As autumn approaches, the nights begin to draw in and the temperature drops, now is the time to think about how to keep your horse happy and healthy throughout the autumn and winter months, by making sure his nutritional needs are met.
With the drop in temperature in autumn and winter comes a loss of nutrients from grass and the need to replace what is missing from the grass with an alternative form of forage such as hay or haylage. This forage will then provide your horse with his essential calories throughout the winter.
What you can do now
If your horse has been out on grass all summer, it is sensible to start to gradually introduce hay or haylage into his diet. This is so microbes living in the hindgut can adjust to the change in forage, helping to prevent digestive upset. Additionally, checking your horse’s condition now and body scoring using a suitable body condition scoring chart such as that available from KER – will help you to assess your horse’s dietary needs for the winter.
DID YOU KNOW?
As well as supplying essential calories, your horse’s winter forage keeps him centrally heated. This central heating prevents him losing condition from getting cold, and the better quality the forage, the more heat is generated.
It’s all about the Forage!!
Whatever the season, forage should always be the foundation of your horse’s diet. The horse’s digestive system has evolved over many years to consume a high fibre, forage based diet. The fibre is broken down into energy through a process called fermentation by the billions of microbes residing in the horse’s hindgut. Forage keeps these gut microbes happy and as they ferment the fibre, heat is released. This is particularly important in winter when the temperature drops, helping to keep your horse warm from the inside.
The amount of good quality forage your horse needs over winter is an important consideration. Horses need to eat 2% of their body weight per day so with a 100% forage diet that’s 10kg per day for the average 500kg horse!
Ideally forage should be provided as a constant supply, or ‘ad lib’. This can be easily done by putting hay or haylage out in the paddock over the winter, in addition to what the horse receives if he is stabled overnight or during the day. A constant supply of forage will ensure your horse’s gut microbes are kept healthy and healthy microbes = a healthy horse!
Benefits of Balancers
Whilst a forage-only diet can easily meet the energy (calorie) requirements for most horses in light – moderate work, it is unlikely to provide a fully balanced supply of micro-nutrients (vitamins and minerals) and quality protein such as lysine, which is often low in UK forage.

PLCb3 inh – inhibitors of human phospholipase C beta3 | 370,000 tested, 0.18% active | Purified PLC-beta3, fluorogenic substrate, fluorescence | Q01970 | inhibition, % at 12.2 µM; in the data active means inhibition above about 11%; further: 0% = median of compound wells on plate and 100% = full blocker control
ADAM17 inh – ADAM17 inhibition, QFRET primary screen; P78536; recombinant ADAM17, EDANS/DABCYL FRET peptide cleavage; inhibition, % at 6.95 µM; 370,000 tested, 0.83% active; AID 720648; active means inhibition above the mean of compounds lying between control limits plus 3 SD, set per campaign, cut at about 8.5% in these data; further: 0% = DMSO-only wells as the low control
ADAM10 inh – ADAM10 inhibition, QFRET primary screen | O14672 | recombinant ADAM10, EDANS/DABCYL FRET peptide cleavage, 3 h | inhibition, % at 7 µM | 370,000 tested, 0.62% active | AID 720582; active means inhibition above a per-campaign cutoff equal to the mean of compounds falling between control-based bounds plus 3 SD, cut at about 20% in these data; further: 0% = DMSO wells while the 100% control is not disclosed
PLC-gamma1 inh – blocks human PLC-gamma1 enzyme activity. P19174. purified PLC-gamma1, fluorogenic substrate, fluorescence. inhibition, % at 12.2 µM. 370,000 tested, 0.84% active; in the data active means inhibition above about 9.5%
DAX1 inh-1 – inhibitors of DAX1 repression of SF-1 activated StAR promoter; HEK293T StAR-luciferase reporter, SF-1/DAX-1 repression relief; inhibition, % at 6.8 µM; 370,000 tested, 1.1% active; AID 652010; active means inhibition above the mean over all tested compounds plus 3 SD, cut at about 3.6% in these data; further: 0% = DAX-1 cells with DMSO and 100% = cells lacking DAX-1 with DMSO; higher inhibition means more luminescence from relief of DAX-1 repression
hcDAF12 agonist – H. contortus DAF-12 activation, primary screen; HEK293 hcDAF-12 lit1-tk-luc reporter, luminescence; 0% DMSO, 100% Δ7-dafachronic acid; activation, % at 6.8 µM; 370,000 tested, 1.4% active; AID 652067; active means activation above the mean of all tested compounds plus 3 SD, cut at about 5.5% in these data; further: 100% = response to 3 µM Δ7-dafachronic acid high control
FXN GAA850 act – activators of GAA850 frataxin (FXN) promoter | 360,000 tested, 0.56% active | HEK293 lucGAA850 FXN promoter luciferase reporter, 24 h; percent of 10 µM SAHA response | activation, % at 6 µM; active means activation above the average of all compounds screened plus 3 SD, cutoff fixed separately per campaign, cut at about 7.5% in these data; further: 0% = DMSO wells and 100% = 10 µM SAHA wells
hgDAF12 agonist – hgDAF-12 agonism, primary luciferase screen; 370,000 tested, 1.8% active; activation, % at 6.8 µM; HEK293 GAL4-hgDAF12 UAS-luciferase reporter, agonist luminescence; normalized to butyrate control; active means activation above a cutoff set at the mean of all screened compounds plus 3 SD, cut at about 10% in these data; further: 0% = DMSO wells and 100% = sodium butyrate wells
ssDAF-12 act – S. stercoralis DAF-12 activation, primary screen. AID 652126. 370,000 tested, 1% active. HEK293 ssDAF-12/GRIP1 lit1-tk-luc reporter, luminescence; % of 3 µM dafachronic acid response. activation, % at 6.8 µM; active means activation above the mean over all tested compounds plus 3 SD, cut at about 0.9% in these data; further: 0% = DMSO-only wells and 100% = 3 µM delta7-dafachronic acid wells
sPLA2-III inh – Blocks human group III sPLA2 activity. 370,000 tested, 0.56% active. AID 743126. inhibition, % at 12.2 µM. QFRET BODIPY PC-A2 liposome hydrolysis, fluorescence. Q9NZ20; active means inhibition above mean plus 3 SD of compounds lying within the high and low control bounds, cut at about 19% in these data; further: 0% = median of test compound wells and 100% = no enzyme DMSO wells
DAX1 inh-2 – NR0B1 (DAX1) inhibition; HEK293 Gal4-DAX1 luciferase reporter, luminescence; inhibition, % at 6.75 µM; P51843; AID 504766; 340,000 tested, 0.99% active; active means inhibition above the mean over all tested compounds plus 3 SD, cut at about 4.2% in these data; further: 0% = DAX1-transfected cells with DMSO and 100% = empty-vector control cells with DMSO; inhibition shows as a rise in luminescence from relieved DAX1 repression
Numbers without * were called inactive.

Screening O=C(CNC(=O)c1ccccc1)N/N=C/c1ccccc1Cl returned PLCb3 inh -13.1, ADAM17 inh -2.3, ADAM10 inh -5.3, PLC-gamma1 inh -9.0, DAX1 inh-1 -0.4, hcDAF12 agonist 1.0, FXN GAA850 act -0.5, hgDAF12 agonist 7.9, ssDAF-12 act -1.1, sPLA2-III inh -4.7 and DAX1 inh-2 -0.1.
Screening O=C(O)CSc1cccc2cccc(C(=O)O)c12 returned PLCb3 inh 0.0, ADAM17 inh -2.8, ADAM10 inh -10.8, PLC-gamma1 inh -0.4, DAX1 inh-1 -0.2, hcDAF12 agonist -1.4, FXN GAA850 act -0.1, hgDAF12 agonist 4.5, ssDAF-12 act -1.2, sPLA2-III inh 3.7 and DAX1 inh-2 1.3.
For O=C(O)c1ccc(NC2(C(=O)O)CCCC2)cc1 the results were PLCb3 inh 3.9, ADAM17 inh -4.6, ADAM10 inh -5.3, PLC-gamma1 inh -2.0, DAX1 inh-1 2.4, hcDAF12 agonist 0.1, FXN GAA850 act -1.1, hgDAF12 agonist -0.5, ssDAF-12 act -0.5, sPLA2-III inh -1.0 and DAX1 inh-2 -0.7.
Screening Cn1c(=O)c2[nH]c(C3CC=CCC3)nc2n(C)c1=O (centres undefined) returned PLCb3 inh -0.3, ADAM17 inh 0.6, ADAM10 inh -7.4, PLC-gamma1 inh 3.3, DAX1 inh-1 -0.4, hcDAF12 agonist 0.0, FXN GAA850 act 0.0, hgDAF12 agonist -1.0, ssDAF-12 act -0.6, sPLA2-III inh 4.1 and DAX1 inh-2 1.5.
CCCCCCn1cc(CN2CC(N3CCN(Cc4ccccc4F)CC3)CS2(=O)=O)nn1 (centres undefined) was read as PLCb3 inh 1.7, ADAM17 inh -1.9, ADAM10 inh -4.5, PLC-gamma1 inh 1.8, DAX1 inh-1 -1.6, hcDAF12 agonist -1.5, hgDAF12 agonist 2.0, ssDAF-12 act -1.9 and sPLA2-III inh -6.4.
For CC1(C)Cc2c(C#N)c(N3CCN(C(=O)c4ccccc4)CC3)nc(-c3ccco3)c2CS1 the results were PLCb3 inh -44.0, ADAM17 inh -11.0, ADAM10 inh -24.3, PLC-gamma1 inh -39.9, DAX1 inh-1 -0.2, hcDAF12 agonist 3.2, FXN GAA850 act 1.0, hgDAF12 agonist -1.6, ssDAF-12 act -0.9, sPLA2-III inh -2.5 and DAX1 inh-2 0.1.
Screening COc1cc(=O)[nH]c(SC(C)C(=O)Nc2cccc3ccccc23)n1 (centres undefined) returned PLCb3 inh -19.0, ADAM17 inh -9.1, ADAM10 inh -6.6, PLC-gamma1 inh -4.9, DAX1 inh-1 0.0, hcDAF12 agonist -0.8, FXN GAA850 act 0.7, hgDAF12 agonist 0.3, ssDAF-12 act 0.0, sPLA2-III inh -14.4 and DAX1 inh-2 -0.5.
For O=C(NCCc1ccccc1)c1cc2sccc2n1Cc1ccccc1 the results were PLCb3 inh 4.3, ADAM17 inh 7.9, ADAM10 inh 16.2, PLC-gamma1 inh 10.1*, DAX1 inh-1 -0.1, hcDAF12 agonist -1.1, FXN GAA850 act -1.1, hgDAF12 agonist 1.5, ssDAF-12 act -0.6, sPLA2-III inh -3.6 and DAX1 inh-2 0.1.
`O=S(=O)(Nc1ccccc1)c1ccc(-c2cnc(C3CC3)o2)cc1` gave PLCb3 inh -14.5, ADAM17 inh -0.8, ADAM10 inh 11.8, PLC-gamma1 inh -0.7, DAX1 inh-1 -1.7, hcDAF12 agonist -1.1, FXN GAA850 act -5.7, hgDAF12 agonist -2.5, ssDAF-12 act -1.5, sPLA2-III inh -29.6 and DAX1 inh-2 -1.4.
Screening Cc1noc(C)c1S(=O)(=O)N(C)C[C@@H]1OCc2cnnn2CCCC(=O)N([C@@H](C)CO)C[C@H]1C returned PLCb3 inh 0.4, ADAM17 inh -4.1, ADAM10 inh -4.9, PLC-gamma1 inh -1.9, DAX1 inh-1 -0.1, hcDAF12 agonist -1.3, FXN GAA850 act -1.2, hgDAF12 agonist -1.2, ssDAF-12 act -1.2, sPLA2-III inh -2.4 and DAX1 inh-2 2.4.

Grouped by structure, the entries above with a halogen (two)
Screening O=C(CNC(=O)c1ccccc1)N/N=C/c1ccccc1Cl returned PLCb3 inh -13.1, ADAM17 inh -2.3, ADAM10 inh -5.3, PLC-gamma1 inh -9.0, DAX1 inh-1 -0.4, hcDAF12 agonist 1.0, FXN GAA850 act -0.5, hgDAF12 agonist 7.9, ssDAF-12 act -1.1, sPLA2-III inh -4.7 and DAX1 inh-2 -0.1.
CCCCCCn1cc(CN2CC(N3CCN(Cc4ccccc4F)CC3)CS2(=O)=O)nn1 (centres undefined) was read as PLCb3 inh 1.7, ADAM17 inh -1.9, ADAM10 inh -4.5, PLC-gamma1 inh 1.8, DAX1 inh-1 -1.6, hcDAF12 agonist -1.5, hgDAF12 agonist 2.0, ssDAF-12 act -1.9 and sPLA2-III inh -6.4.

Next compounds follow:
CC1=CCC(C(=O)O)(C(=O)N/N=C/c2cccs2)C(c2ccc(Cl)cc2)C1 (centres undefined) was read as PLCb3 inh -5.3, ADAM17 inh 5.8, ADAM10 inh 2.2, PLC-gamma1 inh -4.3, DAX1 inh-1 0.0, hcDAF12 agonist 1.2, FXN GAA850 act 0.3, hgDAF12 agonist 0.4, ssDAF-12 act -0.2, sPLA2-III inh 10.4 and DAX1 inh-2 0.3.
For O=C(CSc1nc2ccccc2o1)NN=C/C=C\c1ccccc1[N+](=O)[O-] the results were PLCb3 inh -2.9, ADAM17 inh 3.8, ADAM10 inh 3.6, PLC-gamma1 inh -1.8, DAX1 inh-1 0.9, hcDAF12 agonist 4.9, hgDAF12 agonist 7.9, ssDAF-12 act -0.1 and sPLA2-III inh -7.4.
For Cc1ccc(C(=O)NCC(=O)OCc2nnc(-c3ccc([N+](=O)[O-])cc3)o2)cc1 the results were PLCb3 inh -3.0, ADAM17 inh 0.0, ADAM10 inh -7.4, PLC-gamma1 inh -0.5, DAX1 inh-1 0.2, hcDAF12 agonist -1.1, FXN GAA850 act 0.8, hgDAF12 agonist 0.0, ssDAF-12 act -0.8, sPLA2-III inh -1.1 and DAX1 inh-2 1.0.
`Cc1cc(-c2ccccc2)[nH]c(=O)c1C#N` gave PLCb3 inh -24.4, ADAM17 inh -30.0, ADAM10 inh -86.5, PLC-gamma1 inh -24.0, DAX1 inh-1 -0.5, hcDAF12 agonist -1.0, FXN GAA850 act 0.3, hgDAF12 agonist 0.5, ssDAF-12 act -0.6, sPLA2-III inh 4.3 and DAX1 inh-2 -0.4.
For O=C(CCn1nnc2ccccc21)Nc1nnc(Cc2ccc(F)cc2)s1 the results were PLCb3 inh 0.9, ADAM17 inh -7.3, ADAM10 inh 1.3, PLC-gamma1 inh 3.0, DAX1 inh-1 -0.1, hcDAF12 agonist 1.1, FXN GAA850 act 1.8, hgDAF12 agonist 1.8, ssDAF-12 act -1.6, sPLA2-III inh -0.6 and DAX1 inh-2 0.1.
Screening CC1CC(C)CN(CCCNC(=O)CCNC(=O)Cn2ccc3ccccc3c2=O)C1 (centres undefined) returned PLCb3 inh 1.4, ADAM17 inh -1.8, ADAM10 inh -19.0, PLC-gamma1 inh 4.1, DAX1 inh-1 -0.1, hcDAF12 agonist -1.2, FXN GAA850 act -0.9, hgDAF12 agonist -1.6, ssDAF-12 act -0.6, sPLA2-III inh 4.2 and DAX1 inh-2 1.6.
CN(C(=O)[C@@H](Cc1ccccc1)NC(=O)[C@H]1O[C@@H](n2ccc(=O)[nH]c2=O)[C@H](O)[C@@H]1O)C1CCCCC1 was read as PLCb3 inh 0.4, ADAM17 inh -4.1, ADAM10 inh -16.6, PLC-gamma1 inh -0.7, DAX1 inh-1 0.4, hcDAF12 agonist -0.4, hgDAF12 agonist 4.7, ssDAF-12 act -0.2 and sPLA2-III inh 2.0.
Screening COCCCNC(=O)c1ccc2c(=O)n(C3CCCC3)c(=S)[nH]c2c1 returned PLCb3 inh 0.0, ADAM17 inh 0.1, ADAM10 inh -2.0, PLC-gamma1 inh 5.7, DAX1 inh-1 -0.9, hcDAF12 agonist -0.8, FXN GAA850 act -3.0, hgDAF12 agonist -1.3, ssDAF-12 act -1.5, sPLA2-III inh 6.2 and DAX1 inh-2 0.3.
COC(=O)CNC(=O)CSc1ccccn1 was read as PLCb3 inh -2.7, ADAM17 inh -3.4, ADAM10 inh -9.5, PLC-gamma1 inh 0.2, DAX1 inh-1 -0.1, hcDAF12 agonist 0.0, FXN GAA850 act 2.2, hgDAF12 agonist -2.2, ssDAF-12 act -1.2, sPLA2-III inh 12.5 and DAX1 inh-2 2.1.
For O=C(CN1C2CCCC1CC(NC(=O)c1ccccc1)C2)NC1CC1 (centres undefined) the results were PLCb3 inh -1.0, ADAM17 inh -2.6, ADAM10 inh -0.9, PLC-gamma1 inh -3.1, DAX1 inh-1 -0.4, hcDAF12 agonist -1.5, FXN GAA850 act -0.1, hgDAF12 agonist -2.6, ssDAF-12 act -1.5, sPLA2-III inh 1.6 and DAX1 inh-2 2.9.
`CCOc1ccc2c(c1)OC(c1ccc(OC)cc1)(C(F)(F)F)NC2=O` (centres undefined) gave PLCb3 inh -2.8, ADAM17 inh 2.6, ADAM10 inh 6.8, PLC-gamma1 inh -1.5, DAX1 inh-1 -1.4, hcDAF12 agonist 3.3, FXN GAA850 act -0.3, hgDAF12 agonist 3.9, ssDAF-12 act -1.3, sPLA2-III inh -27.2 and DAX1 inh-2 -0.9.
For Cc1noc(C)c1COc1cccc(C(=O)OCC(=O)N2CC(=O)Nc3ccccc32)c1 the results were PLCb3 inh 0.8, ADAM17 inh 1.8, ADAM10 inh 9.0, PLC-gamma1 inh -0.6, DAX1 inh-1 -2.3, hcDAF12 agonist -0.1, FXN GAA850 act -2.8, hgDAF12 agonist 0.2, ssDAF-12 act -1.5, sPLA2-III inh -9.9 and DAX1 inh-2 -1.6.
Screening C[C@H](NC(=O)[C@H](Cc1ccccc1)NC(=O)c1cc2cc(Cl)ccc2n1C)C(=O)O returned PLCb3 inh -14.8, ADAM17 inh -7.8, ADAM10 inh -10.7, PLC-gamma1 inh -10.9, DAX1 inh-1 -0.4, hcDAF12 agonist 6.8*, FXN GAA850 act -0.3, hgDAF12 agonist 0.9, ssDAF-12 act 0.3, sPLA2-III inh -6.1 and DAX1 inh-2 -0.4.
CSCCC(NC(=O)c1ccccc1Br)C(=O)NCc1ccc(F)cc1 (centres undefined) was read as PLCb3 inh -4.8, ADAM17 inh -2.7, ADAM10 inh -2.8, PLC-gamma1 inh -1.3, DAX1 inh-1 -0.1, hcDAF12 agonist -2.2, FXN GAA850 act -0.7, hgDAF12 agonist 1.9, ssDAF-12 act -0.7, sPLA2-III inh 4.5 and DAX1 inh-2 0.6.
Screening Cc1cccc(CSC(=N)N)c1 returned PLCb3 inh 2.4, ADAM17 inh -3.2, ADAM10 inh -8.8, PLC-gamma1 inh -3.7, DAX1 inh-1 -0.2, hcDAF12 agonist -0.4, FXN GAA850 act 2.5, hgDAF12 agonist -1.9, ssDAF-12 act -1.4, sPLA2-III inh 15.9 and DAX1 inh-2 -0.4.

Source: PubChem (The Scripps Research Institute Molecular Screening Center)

To give your horse the micro-nutrients and protein he needs it is a good idea to feed a balancer. A balancer is a nutrient dense feed designed to be fed in very small amounts, and when fed alongside forage, will balance the diet and ensure all your horse’s daily vitamin, mineral and protein requirements are met for optimum health.
A good quality balancer should be your ideal choice, containing only wholesome, nutritious ingredients to provide superior nutrition without the use of cereal by-products, fillers and GMO ingredients. Balancers often contain other beneficial ingredients such as probiotic live yeasts, which have been shown to enhance fibre fermentation, allowing your horse to get the most out of his forage diet and further enhancing his health over the winter months.
A forage only diet with a balancer may not satisfy energy requirements for some horses over the winter, for example, elderly or hard working horses who may start to drop a little weight.
Excess calories introduced into the diet from feeds containing good quality sources of fibre and suitably cooked cereals e.g. micronised cereals, which are highly digestible, should help them to gain weight and condition. Micronised cereals contain calories in the form of non-structural carbohydrates (starch), which are easily broken down to sugars in the small intestine and released into the bloodstream as an energy source. If the energy released exceeds the horses’ requirements it will then be laid down as fat. Therefore, if a forage based diet with balancer fed to daily requirements does not keep condition on your horse, then a suitable additional feed should be considered.
So to keep you horse happy and healthy throughout the winter months consider these key points:
• Make sure your horse has plenty of good quality forage, fed in a constant supply to meet daily requirements.
• Add a good quality balancer to optimise nutrition and health.
• Add in extra feed if your horse struggles to maintain condition on a forage only diet.
Always remember healthy microbes = healthy horse!!
Contributor: Lisa Elliott – Equine Nutritionist at Smart Horse Nutrition
Smart Horse Nutrition is a brand new feed company on mission to allow you to take control of your horse’s diet. By providing you with the 3 essential building blocks of a balanced diet – micro nutrients (Smart Balance), macro nutrients (a Smart Muesli) and fibre, Smart allows every horse’s diet to be tailored exactly to its individual needs, for the benefit of your horse’s health and your pocket.
For more information see www.smarthorsenutrition.com, Tel: 01497 570345, or Email: email@example.com